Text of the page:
The very fact of us performing a function for the thousand years is a comparative yardstick. Satan could not be judged unless Jesus Christ came here to do a job and lay down his life for the people he served. He had to be tempted in the desert. When Christ was tempted and asked to go against God and to worship Satan, he refused. So Satan was judged by what Christ did. In the same way, the rest of the demons will be judged by what we do. At the end of the Millennium, the entire human species will be resurrected and dealt with over an extended period of judgment and training, which appears to be one hundred years, from Isaiah 65:20. The concept of an eternal soul has no place in the biblical structure. The full outline of the way the Bible states God deals with humanity and brings them to judgment is dealt with in the Problem of Evil.


Ecclesiastes 9:5 For the living know that they will die, but the dead know nothing, and they have no more reward; but the memory of them is lost.


The Post-Exilic Concepts of Christ and the Resurrection


Also, attention was drawn in the work Creation to the subordinationist Christology of the early Apologists after the dispersion from Jerusalem ca. 70 CE. It was during this phase that the Church began to encounter concepts directly opposed to their cosmology on a significant scale. Also, attention was drawn to Anders Nygren’s Agape and Eros (tr. by Philip S. Watson, Harper Torchbooks, New York, 1969), in which he mentions the sharp distinction made by Justin Martyr between God and the manifestation of the Logos:


The Logos is in a way divine but not in the strictest sense of the word... The Father alone is unbegotten and incorruptible and therefore God. He is the Maker and Father of all things (Dial. lvi. 1.).

He did not come to us; He remains always above the heavens and never reveals Himself to anyone and has dealings with no one. (Dial. v. 4.) 

In relation to Him, Christ is of lower rank, a *,bJ,D@H 2,`H [deuteros theos], 'another God than He who created all things.' (Dial. lvi. 1.)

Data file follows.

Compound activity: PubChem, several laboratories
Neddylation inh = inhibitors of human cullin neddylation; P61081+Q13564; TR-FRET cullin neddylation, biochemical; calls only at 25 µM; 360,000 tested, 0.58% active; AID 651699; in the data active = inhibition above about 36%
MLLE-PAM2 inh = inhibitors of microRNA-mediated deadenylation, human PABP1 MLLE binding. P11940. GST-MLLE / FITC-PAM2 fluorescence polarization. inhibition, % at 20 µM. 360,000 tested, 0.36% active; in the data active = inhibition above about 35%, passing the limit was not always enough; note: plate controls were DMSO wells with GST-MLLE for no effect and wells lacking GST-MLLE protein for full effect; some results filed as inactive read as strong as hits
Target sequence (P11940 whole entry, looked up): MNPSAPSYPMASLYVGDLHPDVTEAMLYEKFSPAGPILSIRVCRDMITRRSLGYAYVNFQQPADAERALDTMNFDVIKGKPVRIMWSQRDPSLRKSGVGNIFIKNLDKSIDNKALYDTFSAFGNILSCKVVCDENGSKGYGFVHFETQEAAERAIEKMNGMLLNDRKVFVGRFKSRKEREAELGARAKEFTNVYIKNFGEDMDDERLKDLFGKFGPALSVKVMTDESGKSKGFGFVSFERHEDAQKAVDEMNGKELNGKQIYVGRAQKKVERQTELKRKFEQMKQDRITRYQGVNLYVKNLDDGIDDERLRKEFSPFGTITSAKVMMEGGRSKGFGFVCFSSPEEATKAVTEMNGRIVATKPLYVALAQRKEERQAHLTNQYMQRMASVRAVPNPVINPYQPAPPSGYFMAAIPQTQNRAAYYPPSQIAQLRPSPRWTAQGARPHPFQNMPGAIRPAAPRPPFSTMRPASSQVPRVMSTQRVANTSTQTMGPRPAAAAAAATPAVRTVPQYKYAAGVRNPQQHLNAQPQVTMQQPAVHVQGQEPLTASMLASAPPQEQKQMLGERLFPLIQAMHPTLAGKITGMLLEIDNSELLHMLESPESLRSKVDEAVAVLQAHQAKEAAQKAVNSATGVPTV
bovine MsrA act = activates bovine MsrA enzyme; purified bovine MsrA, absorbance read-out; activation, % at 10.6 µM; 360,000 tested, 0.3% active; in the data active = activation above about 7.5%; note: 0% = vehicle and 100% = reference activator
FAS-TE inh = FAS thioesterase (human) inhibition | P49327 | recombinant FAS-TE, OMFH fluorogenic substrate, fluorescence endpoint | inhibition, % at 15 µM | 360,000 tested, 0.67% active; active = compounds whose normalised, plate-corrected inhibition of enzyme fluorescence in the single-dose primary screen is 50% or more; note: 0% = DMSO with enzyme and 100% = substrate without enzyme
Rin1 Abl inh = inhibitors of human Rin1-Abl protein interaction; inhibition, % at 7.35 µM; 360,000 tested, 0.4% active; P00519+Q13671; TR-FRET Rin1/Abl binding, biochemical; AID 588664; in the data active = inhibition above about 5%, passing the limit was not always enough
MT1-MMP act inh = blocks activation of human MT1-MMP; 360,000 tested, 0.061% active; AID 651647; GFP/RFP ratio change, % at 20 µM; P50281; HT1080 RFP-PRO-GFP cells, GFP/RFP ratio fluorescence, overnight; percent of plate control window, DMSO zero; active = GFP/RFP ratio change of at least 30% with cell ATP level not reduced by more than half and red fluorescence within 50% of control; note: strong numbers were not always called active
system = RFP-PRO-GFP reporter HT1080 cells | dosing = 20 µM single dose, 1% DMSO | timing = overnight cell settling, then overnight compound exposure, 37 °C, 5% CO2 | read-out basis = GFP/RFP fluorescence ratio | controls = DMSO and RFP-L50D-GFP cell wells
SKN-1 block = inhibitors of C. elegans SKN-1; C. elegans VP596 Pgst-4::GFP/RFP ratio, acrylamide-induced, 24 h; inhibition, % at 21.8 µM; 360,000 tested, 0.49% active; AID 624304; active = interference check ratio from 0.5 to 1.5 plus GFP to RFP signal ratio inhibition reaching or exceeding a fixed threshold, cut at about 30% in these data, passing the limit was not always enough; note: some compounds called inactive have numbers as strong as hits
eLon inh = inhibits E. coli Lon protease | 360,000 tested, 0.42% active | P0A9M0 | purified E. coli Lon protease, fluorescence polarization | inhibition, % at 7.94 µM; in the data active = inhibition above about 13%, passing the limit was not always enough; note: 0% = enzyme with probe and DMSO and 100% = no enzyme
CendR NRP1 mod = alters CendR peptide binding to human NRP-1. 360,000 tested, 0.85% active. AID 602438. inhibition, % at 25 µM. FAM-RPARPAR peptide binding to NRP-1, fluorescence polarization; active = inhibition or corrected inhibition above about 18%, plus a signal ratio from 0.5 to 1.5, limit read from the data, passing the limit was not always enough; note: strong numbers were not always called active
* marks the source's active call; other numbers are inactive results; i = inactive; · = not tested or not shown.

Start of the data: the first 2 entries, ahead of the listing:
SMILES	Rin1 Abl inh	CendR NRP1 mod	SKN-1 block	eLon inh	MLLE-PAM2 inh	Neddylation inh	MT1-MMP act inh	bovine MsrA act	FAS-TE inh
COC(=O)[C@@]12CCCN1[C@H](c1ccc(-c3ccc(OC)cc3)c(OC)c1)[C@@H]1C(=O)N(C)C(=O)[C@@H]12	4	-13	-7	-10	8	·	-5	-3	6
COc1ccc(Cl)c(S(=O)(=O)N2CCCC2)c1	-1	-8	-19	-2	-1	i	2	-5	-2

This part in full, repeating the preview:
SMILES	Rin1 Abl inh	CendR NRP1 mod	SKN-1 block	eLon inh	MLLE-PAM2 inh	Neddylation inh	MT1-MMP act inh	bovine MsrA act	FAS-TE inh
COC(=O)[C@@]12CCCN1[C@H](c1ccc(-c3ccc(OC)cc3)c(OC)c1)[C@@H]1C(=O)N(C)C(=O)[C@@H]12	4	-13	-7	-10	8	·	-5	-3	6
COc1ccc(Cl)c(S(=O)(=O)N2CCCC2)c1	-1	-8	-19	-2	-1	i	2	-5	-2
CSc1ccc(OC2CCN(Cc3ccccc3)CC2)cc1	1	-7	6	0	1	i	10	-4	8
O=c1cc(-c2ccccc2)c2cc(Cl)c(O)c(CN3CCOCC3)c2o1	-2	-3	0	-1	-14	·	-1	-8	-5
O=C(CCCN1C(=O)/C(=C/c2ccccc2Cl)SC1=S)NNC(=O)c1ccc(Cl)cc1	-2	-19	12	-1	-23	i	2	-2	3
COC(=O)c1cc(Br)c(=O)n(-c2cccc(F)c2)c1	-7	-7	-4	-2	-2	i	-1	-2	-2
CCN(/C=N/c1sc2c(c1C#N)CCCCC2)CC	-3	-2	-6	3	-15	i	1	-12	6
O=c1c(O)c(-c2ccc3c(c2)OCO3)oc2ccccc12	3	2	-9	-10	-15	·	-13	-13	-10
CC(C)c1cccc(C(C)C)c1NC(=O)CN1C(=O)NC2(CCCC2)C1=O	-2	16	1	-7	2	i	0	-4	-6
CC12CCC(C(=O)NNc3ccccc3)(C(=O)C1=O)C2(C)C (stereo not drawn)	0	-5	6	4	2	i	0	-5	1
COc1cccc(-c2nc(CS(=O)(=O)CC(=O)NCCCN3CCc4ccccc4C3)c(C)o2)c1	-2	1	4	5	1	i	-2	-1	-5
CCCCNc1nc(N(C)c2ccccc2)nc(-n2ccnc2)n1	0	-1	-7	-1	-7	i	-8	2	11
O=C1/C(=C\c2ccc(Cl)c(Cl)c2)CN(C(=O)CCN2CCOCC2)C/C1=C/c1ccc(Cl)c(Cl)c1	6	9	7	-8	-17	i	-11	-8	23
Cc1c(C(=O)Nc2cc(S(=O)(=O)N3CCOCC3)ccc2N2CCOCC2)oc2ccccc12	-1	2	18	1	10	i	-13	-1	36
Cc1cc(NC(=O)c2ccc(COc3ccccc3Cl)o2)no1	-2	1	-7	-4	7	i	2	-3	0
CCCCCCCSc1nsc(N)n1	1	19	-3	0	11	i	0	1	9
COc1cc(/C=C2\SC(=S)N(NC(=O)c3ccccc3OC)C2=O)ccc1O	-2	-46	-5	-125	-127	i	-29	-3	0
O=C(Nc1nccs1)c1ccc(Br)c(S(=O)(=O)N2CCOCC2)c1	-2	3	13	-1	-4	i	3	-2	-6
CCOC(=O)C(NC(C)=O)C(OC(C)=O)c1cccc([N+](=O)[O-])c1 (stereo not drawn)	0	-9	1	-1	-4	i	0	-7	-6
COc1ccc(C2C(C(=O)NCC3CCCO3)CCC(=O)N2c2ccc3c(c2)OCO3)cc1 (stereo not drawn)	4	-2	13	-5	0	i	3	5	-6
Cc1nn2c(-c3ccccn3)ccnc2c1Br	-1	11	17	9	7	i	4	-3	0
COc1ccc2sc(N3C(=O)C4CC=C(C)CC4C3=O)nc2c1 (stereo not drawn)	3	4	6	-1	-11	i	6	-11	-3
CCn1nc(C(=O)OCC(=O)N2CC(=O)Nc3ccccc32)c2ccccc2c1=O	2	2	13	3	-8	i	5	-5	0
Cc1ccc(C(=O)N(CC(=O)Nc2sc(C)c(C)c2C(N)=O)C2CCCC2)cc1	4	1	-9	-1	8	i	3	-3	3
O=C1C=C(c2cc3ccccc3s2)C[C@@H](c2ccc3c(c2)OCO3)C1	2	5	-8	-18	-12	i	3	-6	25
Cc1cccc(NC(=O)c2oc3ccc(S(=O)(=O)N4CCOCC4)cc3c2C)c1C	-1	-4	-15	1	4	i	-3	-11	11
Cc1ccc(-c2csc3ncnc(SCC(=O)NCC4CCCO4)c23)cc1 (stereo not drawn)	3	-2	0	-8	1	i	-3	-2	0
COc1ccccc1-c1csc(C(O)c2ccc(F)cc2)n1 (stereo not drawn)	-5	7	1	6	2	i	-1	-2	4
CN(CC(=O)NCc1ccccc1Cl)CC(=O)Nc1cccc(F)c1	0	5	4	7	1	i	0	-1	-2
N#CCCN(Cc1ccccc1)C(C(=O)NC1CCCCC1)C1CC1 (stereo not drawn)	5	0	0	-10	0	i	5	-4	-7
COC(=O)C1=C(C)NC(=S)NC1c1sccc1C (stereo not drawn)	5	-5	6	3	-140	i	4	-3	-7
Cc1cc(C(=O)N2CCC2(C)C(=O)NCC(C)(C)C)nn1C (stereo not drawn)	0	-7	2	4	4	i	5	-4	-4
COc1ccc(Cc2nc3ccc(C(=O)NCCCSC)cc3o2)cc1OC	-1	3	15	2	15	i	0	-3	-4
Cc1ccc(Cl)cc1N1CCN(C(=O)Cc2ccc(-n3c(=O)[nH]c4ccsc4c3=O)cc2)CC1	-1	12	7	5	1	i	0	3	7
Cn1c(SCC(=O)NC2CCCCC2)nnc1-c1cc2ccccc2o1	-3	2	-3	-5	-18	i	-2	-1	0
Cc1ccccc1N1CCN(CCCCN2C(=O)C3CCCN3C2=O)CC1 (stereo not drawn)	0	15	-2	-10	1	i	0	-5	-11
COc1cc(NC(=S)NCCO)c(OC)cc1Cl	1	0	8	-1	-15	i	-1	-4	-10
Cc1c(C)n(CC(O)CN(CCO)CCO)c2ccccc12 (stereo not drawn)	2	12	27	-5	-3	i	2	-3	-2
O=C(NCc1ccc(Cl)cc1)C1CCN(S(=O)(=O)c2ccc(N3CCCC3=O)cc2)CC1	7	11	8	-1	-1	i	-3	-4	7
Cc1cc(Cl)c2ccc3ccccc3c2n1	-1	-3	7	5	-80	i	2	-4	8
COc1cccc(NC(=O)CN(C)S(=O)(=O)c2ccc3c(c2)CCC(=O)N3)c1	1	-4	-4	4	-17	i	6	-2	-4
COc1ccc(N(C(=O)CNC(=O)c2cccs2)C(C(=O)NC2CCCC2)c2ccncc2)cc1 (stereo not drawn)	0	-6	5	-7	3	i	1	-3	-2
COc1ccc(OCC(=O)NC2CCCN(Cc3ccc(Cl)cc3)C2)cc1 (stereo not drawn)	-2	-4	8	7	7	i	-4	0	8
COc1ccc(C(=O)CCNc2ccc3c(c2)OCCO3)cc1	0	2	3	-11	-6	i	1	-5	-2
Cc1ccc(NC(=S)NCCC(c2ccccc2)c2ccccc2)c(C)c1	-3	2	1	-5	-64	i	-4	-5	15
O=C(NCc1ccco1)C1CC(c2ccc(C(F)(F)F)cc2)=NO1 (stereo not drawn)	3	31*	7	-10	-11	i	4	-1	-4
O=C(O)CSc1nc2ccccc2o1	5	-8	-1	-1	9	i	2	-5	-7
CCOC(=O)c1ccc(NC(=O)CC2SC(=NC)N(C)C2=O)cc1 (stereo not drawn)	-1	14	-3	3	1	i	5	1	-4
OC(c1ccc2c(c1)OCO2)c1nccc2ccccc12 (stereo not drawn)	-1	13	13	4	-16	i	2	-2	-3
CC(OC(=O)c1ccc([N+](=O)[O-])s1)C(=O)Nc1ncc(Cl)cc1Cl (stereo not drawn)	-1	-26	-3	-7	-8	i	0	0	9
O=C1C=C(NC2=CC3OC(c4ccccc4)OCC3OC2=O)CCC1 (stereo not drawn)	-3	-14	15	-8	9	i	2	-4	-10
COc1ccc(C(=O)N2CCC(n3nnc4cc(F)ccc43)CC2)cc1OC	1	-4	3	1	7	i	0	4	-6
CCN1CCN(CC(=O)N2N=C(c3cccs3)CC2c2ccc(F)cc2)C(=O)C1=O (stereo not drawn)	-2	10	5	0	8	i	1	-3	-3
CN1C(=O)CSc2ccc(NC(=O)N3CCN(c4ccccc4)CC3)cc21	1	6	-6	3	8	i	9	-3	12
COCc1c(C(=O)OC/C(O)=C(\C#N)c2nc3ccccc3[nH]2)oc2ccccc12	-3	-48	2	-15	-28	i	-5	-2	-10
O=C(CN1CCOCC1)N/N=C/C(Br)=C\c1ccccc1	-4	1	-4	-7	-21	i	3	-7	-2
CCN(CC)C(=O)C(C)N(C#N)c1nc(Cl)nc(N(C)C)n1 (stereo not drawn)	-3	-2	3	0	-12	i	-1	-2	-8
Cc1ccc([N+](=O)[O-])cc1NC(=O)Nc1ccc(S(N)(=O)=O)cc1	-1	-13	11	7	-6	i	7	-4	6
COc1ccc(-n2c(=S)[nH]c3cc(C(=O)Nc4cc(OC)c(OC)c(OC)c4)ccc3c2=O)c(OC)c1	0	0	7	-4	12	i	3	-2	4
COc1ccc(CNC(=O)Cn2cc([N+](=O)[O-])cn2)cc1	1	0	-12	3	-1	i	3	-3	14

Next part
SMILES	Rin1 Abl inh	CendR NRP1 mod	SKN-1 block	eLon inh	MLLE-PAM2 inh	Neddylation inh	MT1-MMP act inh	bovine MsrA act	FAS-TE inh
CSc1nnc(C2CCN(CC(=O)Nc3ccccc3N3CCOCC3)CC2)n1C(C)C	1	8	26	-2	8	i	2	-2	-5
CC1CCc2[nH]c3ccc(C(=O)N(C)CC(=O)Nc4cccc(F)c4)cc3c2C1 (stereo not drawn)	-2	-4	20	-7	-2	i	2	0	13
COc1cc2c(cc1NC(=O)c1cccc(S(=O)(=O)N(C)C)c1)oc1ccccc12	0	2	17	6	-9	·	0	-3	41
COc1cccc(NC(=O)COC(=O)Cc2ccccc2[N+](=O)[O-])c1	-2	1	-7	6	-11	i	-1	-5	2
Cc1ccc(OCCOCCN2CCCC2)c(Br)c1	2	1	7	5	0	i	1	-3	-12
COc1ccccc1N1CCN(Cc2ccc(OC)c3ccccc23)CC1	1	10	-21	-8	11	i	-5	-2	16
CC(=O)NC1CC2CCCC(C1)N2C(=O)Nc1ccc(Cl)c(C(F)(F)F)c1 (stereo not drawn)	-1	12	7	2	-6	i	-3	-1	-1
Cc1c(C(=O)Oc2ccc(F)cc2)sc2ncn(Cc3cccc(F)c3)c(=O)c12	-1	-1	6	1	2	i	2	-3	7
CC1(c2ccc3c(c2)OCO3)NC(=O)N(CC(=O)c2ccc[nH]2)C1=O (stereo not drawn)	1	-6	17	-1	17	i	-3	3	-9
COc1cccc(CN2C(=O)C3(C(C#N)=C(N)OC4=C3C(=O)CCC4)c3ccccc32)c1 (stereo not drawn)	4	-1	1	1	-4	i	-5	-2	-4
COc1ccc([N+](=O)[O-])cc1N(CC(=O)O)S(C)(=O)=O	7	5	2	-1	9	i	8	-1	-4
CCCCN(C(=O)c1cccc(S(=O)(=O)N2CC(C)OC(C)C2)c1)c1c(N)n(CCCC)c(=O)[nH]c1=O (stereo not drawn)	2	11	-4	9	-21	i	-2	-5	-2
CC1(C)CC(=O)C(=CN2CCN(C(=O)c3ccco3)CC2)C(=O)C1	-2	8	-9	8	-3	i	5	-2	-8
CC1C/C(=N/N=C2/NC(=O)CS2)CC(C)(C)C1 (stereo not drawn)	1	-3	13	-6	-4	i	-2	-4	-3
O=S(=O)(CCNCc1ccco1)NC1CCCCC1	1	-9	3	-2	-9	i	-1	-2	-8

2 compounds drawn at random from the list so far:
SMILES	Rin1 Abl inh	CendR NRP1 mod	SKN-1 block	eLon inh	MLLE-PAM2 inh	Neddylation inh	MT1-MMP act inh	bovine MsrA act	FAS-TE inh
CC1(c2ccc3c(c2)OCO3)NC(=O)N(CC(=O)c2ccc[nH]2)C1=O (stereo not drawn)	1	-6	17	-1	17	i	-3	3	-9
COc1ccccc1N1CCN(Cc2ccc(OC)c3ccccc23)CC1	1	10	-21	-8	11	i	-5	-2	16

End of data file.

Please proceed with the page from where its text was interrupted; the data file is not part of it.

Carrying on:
Nygren says of this:

This subordinationist trait in the Christology of the Apologists is undoubtedly to be attributed to the Greek idea of God (p. 280).


As was stated in Creation, Nygren is wrong in this matter, as can be seen from an examination of the Old and New Testament schema outlined above. Justin Martyr is closer than he; however, the distinction and acts of creation are relative to the Logos, and this position is not understood by either. Nygren judges Loofs to be correct when he says of the Apologists:


Their Logos doctrine is not a 'higher' Christology than usual, but is rather on a lower level than the genuinely Christian estimate of Christ. It is not God who reveals Himself in Christ, but the Logos the reduced (depotenzierte) God, a God who as God is subordinate to the highest God. (Loofs: Leitfaden zum Studium der Dogmengeschichte, 4 Aufl. 1906, p. 129, ibid.)


Nygren and Loofs both were wrong in their estimate of what was genuinely Christian. They were trying to reinterpret the Ante-Nicene Christology that more closely follows the biblical within the modern concepts, which are non-scriptural.


The Angel of Redemption was one of a Council of Elohim, subordinate to the central Elohim, who was Eloah (God the Father and Maker). The Angel of Redemption was appointed as the new Morning Star to replace Satan, the old Morning Star. By his actions Christ judged Satan, and he is the only one of the angelic Host to be judged by the Bible (Jn. 16:11). The references in 1Enoch hold that some 20 Satans are condemned (see Ch. 3). However, the Bible indicates that it is only one and, indeed, the logical necessity of sequential judgment would indicate this to be correct.